"There's a whole new wave of lesbians coming out, and it's really interesting for me to watch," said Andrea Meyerson, a filmmaker who promoted a party at the Dinah for nearly nine years before moving on to found Cambria Women's Weekend. "We weren't all as free or willing to be so out. Younger women are so much more OK with themselves than the generation before them."

Gans, Sachs and Hanson belong to that earlier generation (although all three stubbornly refuse to reveal their ages), which is why their success in making "the Dinah," as the weekend is informally known, an international event that rivals its gay male counterpart -- Jeffrey Sanker's White Party -- in size, scope and financial impact, is so remarkable.

When Gans and Sachs -- who were lovers for 19 years and remain close friends and business partners -- moved to L.A. from New York in the late 1980s, there were very few places for lesbians to gather openly. "The only place was the Palms," recalled Gans, referring to a hole-in-the-wall bar on Santa Monica Boulevard. "But there wasn't much for the lipstick lesbian."

Then, several weeks before West Hollywood's gay pride parade, Sachs was hired to manage the Revolver, a gay men's video bar on the corner of Santa Monica and Larrabee and brought on Gans to assist.

"As word got out in the community that there were two women running this gay men's bar, women just started showing up," said Gans. "We looked at each other and said, 'Wow, we have to do something with this.' " And so the weekly Girl Bar party was born.

"What was special about Sandy and I at the time was the fact that we were educated and well dressed and had a sense of style," said Gans. "We were also feminine girls; we kind of coined the term lipstick lesbians."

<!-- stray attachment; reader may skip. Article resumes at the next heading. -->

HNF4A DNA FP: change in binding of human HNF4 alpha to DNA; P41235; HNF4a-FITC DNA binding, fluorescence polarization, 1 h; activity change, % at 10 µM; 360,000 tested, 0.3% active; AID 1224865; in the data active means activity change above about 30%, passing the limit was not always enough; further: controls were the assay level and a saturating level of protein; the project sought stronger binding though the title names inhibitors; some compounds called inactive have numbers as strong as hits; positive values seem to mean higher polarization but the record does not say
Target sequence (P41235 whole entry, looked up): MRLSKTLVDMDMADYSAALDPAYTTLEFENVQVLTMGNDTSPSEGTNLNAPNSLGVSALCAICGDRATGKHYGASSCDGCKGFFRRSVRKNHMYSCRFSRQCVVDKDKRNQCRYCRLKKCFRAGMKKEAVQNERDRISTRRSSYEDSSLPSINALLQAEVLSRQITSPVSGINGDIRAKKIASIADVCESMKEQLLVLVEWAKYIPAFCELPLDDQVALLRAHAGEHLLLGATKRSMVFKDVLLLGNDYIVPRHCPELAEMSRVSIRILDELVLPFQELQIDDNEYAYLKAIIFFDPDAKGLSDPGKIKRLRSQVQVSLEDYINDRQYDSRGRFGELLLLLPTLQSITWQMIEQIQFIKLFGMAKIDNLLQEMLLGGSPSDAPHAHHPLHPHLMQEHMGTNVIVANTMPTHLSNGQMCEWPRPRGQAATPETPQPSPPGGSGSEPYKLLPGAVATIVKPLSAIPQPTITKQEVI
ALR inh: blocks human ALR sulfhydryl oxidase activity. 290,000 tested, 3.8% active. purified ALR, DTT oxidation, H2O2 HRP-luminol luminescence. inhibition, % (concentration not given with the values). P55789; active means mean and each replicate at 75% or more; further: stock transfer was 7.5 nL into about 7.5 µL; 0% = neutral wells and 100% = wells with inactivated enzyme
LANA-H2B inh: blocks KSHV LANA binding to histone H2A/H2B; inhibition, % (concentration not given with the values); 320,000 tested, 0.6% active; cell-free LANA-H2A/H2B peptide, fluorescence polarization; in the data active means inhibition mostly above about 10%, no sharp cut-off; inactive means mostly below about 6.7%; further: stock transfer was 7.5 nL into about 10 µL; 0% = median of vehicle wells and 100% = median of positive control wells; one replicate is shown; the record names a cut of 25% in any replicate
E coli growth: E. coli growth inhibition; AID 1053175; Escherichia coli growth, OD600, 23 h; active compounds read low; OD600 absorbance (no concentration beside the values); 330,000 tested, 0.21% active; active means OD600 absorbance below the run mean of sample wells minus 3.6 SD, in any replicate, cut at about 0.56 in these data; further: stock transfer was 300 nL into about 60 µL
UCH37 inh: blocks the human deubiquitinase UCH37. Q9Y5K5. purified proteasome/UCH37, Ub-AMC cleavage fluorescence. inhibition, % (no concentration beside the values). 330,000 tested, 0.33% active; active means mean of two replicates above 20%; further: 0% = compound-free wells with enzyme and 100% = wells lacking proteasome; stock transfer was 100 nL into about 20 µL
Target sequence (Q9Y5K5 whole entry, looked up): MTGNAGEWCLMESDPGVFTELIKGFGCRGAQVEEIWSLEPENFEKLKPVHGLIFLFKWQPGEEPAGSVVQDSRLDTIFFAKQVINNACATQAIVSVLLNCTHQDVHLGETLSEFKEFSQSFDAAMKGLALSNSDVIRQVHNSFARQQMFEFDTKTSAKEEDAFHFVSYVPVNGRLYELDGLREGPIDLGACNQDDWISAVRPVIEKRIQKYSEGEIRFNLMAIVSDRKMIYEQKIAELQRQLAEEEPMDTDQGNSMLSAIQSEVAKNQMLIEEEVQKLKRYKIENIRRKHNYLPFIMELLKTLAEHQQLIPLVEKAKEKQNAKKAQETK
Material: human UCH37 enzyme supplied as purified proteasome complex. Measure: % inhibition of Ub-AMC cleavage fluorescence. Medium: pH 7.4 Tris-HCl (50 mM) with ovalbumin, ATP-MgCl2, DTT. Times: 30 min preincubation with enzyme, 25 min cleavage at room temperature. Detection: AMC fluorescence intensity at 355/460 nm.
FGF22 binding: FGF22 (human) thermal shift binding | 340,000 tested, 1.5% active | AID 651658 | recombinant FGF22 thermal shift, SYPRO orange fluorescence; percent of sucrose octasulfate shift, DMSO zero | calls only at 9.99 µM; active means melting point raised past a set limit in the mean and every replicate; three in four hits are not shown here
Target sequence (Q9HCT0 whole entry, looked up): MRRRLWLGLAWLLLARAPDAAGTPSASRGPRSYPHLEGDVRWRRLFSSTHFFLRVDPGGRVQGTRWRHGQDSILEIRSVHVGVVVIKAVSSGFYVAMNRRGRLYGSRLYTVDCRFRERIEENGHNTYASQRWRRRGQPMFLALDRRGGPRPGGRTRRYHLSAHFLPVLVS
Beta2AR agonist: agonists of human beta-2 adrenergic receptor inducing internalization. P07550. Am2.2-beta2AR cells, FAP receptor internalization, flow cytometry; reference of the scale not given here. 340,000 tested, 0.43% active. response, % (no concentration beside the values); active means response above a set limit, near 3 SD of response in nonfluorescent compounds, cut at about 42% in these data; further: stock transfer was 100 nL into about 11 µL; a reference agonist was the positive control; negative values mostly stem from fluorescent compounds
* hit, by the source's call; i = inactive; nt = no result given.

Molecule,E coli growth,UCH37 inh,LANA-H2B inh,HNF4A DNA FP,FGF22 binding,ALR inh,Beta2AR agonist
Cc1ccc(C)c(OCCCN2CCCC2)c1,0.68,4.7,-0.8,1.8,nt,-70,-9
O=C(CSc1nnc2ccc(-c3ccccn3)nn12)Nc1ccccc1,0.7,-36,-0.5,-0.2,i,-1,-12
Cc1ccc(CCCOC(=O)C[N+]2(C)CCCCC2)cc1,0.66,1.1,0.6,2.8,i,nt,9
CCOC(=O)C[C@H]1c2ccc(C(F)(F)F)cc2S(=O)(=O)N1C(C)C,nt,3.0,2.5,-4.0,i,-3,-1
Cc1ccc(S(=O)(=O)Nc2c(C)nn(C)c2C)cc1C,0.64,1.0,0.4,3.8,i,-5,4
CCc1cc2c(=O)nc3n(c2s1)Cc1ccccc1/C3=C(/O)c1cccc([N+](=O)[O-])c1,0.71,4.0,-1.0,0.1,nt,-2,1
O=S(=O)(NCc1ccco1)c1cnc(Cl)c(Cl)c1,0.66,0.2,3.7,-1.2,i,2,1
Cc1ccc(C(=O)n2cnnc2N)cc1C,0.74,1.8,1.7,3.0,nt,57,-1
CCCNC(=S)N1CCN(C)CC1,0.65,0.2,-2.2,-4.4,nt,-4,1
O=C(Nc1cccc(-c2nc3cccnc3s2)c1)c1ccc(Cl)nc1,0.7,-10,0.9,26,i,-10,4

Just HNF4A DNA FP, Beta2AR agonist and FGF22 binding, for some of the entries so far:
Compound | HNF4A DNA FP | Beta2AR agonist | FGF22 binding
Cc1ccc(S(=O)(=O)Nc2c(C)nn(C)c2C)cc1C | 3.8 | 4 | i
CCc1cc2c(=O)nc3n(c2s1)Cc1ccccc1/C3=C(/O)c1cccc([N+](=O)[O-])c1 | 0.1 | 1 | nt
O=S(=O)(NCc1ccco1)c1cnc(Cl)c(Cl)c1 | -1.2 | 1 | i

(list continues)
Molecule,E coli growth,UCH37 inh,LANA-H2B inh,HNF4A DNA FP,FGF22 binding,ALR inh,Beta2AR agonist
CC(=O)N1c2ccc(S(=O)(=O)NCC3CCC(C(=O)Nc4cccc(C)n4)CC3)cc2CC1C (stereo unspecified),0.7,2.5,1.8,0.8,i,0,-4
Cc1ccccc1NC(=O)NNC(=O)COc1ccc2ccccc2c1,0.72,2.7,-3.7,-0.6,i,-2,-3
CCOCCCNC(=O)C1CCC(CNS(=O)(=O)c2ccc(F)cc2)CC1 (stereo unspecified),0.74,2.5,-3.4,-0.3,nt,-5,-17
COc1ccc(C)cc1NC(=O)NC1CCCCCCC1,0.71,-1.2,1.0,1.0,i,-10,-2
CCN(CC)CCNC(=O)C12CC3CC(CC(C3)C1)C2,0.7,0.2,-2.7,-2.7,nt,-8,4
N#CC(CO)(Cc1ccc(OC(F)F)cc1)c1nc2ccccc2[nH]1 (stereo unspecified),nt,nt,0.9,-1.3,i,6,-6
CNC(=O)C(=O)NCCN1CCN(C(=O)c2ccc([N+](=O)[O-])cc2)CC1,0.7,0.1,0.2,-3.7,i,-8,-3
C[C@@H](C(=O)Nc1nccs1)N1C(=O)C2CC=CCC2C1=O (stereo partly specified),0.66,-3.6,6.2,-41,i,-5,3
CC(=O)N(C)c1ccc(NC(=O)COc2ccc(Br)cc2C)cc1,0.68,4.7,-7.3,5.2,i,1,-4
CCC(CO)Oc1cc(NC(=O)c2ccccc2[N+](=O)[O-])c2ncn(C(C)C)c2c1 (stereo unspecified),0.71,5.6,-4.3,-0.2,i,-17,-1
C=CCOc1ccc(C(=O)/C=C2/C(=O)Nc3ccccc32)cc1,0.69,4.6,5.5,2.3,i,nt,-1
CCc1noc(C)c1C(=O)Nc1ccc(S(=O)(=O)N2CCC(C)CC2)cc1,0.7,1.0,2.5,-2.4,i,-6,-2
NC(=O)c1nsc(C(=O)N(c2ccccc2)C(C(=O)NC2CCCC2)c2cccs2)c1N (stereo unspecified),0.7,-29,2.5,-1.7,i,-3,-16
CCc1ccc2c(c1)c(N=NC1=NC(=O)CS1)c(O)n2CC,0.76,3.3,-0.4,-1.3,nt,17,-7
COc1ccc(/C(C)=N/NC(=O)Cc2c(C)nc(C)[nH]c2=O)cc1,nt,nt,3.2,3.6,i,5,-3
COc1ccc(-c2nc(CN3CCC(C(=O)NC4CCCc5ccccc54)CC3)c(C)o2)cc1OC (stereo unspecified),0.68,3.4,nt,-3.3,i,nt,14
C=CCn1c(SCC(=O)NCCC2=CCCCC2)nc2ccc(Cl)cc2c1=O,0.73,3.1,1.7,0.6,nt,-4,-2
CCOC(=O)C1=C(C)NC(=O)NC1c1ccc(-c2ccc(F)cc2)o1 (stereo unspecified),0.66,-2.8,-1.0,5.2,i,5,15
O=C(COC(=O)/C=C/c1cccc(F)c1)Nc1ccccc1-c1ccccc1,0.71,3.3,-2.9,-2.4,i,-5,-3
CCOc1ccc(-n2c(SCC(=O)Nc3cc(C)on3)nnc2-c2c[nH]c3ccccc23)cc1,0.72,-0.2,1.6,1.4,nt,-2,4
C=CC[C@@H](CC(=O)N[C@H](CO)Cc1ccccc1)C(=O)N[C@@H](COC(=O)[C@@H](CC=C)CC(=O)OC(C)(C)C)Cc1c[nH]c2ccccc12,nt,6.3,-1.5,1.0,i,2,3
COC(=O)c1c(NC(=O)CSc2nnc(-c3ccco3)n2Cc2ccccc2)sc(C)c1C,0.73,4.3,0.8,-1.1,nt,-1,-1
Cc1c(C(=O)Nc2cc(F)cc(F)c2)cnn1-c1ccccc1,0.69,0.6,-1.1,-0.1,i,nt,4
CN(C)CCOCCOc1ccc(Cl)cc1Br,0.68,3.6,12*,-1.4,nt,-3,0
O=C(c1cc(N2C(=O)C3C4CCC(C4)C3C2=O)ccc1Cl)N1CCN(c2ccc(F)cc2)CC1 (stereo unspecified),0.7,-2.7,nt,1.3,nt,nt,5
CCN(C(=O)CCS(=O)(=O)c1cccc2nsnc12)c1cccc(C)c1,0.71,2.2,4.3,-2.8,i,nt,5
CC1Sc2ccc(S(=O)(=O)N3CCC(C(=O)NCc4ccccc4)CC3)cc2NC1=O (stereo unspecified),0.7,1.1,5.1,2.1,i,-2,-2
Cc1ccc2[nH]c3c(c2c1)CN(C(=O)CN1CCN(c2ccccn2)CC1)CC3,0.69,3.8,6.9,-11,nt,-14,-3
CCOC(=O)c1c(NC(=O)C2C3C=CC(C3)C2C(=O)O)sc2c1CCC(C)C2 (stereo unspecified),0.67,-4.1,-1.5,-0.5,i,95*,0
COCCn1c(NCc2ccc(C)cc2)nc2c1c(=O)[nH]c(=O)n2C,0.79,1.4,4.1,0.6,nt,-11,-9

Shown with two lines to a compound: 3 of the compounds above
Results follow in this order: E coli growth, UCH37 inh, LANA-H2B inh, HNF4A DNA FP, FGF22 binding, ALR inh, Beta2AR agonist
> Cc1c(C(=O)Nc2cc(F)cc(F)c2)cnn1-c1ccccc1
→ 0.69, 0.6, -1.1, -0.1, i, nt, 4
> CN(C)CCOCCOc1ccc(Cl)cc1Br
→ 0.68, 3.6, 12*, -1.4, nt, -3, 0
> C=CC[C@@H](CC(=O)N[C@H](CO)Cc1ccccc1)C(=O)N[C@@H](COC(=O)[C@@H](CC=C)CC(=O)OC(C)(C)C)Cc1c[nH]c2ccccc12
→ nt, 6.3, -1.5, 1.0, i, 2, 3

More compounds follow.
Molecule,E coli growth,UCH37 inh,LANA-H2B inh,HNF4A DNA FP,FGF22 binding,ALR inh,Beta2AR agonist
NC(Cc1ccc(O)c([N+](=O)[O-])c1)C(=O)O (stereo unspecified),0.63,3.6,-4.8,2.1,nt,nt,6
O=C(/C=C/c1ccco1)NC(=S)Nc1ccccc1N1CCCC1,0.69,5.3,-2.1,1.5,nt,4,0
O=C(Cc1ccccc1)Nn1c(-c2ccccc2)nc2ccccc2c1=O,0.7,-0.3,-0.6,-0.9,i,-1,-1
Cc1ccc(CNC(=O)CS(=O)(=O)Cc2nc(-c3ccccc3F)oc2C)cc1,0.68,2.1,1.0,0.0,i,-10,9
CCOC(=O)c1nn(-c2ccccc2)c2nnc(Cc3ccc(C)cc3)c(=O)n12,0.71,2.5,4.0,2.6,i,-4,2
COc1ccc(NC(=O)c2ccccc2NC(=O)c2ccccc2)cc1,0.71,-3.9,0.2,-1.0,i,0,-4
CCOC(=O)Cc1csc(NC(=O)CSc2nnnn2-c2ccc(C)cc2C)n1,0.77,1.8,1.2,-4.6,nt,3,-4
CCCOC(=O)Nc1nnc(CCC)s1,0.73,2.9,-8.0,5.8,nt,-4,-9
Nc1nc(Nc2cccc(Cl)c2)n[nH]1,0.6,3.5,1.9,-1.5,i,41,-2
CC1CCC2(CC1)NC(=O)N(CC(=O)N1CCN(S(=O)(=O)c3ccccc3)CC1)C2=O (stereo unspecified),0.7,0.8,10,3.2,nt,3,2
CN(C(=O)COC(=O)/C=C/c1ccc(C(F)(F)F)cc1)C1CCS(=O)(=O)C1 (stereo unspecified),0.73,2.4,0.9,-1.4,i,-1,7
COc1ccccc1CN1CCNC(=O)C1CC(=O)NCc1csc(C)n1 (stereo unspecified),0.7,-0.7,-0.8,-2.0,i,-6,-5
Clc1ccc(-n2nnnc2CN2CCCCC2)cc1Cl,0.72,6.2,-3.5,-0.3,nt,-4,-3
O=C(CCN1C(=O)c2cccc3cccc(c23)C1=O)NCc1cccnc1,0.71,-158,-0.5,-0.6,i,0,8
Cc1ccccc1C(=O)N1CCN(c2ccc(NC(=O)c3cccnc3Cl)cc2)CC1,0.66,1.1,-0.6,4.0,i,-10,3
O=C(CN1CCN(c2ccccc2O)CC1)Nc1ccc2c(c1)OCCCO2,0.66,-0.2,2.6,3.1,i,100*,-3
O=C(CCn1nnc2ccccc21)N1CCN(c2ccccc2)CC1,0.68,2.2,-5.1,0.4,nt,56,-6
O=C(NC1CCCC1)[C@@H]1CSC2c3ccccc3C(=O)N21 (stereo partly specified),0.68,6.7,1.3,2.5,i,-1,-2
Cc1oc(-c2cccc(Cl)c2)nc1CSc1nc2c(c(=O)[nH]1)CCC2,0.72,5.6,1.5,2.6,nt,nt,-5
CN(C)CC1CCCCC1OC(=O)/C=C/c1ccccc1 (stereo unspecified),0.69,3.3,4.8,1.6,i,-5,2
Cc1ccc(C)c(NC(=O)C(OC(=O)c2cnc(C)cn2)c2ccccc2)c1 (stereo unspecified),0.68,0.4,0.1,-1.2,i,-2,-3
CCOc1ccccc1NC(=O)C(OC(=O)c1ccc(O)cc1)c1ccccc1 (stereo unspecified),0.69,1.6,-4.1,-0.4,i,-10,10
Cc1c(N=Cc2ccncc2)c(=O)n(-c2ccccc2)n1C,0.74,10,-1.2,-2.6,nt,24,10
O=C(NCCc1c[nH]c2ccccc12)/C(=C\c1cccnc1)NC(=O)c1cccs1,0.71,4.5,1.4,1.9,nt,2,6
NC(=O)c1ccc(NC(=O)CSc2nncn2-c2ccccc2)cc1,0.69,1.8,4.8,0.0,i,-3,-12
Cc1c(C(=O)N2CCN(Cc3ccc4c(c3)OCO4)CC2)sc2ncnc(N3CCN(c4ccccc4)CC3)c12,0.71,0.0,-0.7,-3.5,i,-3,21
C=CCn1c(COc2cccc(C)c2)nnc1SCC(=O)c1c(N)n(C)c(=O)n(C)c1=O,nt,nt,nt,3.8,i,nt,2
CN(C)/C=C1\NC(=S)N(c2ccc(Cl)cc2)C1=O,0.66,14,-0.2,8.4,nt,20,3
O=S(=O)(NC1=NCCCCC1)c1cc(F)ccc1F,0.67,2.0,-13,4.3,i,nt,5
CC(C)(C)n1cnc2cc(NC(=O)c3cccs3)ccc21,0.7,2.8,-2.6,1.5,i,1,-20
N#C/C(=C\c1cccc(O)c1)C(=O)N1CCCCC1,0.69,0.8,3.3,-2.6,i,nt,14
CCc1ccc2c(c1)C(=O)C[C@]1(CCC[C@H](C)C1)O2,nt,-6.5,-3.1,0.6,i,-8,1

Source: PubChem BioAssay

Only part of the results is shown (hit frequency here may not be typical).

"And we were out," added Sachs. "There were a lot of women like that, but they didn't want to come out."

In 1990, Gans and Sachs moved Girl Bar to a club shared with Sanker and the next year followed his lead to Palm Springs. In 1991, they threw their first Girl Bar party at the Dinah. That same spring Hanson came down for similar reasons and threw her own. The following year they teamed up. "We brought L.A. and San Francisco together," said Gans. "And we did it fairly well together for the first 10 years."

Hanson started Club Skirts in San Francisco at around the same time that Gans and Sachs started Girl Bar. "I was a college grad who had a knack for marketing, so I booked a club space and created a concept and, lo and behold, 1,100 women showed up," said Hanson. "The concept of a promoter was just being born, and I was one of its earliest adapters."

Since the split, Hanson has upped the marketing ante and reeled in pop acts like Lady Gaga, who performed at Club Skirts last year.

"We're sponsored by Bacardi, Budweiser, Sirius Radio, Showtime and Walgreens," she said. "When Fortune 500 companies are recognizing the lesbian market as a viable market, advertising changes and then thinking changes."

That's certainly true in Palm Springs, which now has a gay majority on the City Council, a gay mayor and, according to the 2000 Census, more gay couples per capita than San Francisco.

Within that increasingly accepting environment, says Palm Springs Mayor Steve Pougnet, there is more than enough room for both Girl Bar and Club Skirts to flourish. "I travel all over the country, and a lot of people talk about Dinah Shore Week in Palm Springs. I think people will just continue to come."

Pougnet said he looks forward to giving a proclamation of recognition to both this year.